Psychosocial adjustment to multiple sclerosis: exploration of identity redefinition

Catherine Irvine, Cherie Davidson, Katrina Hoy, Andrea Lowe-Strong

Research output: Contribution to journalArticle

56 Citations (Scopus)

Abstract

Abstract: Purpose. As multiple sclerosis (MS) often occurs in the prime of life and is unpredictable in nature, there is likely to be a strong psychological effect, with changes in values and beliefs and how the individual sees him or her self. This article presents the findings of a focus group study which aimed to explore the subjective experiences of living with, and adjusting to, MS.Method. Seven individuals who had been diagnosed with MS for at least 5 years reflected on their reactions to being diagnosed, how they cope with the day to day challenges of the disease, and the changes that they have experienced. Data were transcribed verbatim and analysed using interpretative phenomenological analysis.Results. Diagnosis was met with negative reactions: denial, concealment and diminished confidence. However, the majority reported that, over time, there were positive changes in terms of their values and outlook. It would appear that the functional difficulties and psychological challenges, such as uncertainty and depression, are ameliorated to some extent by an increased appreciation for life and spirituality.Conclusions. The findings provide insight into the psychological process of identity redefinition associated with adjusting to MS. Given this, interventions should target role/identity re-examination to assist individuals with MS in better managing the disease and enjoying life.Keywords: Identity redefinition, multiple sclerosis, psychosocial adjustment, self-concept, support
LanguageEnglish
Pages599-606
JournalDISABILITY AND REHABILITATION
Volume31
Issue number8
DOIs
Publication statusPublished - 11 Mar 2009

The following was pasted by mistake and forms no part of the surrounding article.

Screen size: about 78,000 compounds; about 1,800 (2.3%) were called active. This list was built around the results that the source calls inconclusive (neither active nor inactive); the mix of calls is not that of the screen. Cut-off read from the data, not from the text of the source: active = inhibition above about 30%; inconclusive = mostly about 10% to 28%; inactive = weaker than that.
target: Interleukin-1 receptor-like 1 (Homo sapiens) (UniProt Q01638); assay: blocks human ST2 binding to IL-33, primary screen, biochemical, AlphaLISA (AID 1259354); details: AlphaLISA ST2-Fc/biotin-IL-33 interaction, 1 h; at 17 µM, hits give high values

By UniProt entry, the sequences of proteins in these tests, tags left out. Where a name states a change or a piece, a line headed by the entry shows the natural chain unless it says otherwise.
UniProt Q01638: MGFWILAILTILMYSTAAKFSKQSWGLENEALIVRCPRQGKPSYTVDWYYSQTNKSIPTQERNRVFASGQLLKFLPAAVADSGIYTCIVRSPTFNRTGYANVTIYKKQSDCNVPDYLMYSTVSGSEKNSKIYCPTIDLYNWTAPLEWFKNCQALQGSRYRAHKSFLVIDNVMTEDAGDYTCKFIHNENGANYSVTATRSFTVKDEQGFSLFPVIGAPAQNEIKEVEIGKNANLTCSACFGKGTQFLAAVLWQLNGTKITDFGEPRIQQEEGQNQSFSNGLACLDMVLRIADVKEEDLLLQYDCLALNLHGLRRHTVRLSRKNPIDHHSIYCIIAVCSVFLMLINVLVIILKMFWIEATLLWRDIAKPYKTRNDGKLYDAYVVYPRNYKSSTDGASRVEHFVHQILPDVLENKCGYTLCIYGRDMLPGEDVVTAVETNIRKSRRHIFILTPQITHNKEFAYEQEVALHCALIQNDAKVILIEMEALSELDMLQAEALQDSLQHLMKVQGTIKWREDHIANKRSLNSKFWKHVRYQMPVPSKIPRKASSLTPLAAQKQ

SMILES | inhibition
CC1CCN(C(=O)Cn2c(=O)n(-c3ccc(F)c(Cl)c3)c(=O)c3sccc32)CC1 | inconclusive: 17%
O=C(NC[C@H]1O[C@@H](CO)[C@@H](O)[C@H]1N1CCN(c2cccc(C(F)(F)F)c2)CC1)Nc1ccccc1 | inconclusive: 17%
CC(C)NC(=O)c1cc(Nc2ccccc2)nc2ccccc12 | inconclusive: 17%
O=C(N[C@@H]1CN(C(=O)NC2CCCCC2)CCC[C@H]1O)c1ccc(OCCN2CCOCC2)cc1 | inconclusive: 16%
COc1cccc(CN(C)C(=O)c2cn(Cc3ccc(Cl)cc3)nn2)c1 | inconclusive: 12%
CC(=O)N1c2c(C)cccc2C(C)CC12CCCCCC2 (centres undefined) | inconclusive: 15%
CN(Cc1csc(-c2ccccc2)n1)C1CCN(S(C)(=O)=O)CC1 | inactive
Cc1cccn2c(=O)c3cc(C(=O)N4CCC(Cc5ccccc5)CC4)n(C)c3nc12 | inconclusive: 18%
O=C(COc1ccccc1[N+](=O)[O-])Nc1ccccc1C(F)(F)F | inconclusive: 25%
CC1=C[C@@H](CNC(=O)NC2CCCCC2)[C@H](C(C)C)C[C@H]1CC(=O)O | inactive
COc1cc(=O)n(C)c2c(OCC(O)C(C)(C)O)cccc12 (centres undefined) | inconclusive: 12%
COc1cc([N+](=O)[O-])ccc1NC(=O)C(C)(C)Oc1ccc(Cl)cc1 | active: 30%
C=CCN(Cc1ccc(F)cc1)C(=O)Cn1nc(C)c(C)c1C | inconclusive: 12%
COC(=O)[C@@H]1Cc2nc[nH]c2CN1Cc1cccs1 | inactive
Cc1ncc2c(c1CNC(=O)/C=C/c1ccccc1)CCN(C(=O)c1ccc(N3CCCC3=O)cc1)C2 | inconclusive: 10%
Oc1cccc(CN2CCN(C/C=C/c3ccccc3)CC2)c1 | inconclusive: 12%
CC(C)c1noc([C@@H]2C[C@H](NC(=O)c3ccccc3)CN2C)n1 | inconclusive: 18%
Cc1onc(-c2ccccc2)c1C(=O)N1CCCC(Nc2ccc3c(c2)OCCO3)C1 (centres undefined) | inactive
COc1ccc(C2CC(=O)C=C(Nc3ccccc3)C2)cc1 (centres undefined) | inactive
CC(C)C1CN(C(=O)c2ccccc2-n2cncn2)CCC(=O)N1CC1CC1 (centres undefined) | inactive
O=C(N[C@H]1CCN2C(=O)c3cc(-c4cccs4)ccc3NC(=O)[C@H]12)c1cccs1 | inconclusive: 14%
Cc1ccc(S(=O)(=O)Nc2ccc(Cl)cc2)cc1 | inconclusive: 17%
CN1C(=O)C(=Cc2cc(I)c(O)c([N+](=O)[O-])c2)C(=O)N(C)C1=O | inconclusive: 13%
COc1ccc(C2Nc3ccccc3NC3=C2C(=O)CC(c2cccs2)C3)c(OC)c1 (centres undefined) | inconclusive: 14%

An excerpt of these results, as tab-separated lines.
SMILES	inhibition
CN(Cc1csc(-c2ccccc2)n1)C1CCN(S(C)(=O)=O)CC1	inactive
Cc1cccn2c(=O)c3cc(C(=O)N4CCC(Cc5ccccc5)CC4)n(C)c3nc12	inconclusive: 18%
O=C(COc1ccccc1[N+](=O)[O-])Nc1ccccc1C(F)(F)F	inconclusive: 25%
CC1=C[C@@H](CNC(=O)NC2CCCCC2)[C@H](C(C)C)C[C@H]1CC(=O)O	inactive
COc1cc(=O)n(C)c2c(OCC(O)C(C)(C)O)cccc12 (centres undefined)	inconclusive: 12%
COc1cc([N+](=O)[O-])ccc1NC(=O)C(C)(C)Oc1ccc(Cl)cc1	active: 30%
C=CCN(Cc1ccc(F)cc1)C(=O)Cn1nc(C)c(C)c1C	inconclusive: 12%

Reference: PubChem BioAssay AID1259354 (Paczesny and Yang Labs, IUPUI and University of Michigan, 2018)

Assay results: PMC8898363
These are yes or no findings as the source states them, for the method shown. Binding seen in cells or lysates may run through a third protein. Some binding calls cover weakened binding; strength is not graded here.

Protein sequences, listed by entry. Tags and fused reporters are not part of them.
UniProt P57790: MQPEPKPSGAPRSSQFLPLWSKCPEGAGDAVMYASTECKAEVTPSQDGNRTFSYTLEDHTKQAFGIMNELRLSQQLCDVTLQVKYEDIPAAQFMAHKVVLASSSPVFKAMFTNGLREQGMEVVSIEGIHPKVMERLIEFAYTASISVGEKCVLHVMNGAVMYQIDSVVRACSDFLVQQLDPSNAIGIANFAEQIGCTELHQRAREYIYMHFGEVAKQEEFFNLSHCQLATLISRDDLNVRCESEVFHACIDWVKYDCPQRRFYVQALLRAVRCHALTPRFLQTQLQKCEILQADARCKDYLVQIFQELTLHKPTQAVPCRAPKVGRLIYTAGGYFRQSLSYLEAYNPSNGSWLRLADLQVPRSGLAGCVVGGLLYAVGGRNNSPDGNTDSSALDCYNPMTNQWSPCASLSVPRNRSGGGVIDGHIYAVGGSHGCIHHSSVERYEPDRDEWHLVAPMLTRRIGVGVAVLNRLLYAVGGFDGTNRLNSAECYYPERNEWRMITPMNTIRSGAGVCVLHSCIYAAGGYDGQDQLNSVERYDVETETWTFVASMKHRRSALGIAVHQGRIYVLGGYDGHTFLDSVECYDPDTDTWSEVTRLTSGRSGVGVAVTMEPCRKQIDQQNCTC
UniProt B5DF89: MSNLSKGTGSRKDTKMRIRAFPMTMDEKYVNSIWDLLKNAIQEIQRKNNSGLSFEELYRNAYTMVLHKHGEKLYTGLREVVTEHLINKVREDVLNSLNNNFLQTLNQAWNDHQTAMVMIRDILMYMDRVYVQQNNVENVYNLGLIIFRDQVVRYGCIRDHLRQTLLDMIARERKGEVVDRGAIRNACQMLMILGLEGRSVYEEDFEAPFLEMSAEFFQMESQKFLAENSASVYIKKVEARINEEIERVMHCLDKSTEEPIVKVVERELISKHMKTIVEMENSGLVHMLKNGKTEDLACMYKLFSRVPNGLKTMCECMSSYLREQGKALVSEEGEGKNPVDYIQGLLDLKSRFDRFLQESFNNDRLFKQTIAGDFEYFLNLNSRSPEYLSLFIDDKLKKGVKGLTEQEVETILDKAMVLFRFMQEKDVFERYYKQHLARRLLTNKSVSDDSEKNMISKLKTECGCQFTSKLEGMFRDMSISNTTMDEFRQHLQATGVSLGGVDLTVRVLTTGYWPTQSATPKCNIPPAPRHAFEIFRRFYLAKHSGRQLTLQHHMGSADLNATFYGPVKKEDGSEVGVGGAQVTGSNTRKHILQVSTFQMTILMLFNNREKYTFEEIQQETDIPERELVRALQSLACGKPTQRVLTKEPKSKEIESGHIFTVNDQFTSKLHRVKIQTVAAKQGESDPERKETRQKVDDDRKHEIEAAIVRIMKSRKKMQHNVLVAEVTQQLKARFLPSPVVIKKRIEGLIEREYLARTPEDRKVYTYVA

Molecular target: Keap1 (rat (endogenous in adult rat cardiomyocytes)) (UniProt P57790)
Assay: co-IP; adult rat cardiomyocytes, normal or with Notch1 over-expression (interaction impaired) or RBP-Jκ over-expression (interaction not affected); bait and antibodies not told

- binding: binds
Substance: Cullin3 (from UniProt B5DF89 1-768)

Fingerprint

Social Adjustment
Multiple Sclerosis
Psychology
Spirituality
Ego
Focus Groups
Self Concept
Uncertainty
Depression

Keywords

  • Identity redefinition
  • multiple sclerosis
  • psychosocial adjustment
  • self-soncept
  • support

Cite this

Irvine, Catherine ; Davidson, Cherie ; Hoy, Katrina ; Lowe-Strong, Andrea. / Psychosocial adjustment to multiple sclerosis: exploration of identity redefinition. In: DISABILITY AND REHABILITATION. 2009 ; Vol. 31, No. 8. pp. 599-606.
@article{86e6a6c5ac754de6a459cf54adb039cf,
title = "Psychosocial adjustment to multiple sclerosis: exploration of identity redefinition",
abstract = "Abstract: Purpose. As multiple sclerosis (MS) often occurs in the prime of life and is unpredictable in nature, there is likely to be a strong psychological effect, with changes in values and beliefs and how the individual sees him or her self. This article presents the findings of a focus group study which aimed to explore the subjective experiences of living with, and adjusting to, MS.Method. Seven individuals who had been diagnosed with MS for at least 5 years reflected on their reactions to being diagnosed, how they cope with the day to day challenges of the disease, and the changes that they have experienced. Data were transcribed verbatim and analysed using interpretative phenomenological analysis.Results. Diagnosis was met with negative reactions: denial, concealment and diminished confidence. However, the majority reported that, over time, there were positive changes in terms of their values and outlook. It would appear that the functional difficulties and psychological challenges, such as uncertainty and depression, are ameliorated to some extent by an increased appreciation for life and spirituality.Conclusions. The findings provide insight into the psychological process of identity redefinition associated with adjusting to MS. Given this, interventions should target role/identity re-examination to assist individuals with MS in better managing the disease and enjoying life.Keywords: Identity redefinition, multiple sclerosis, psychosocial adjustment, self-concept, support",
keywords = "Identity redefinition, multiple sclerosis, psychosocial adjustment, self-soncept, support",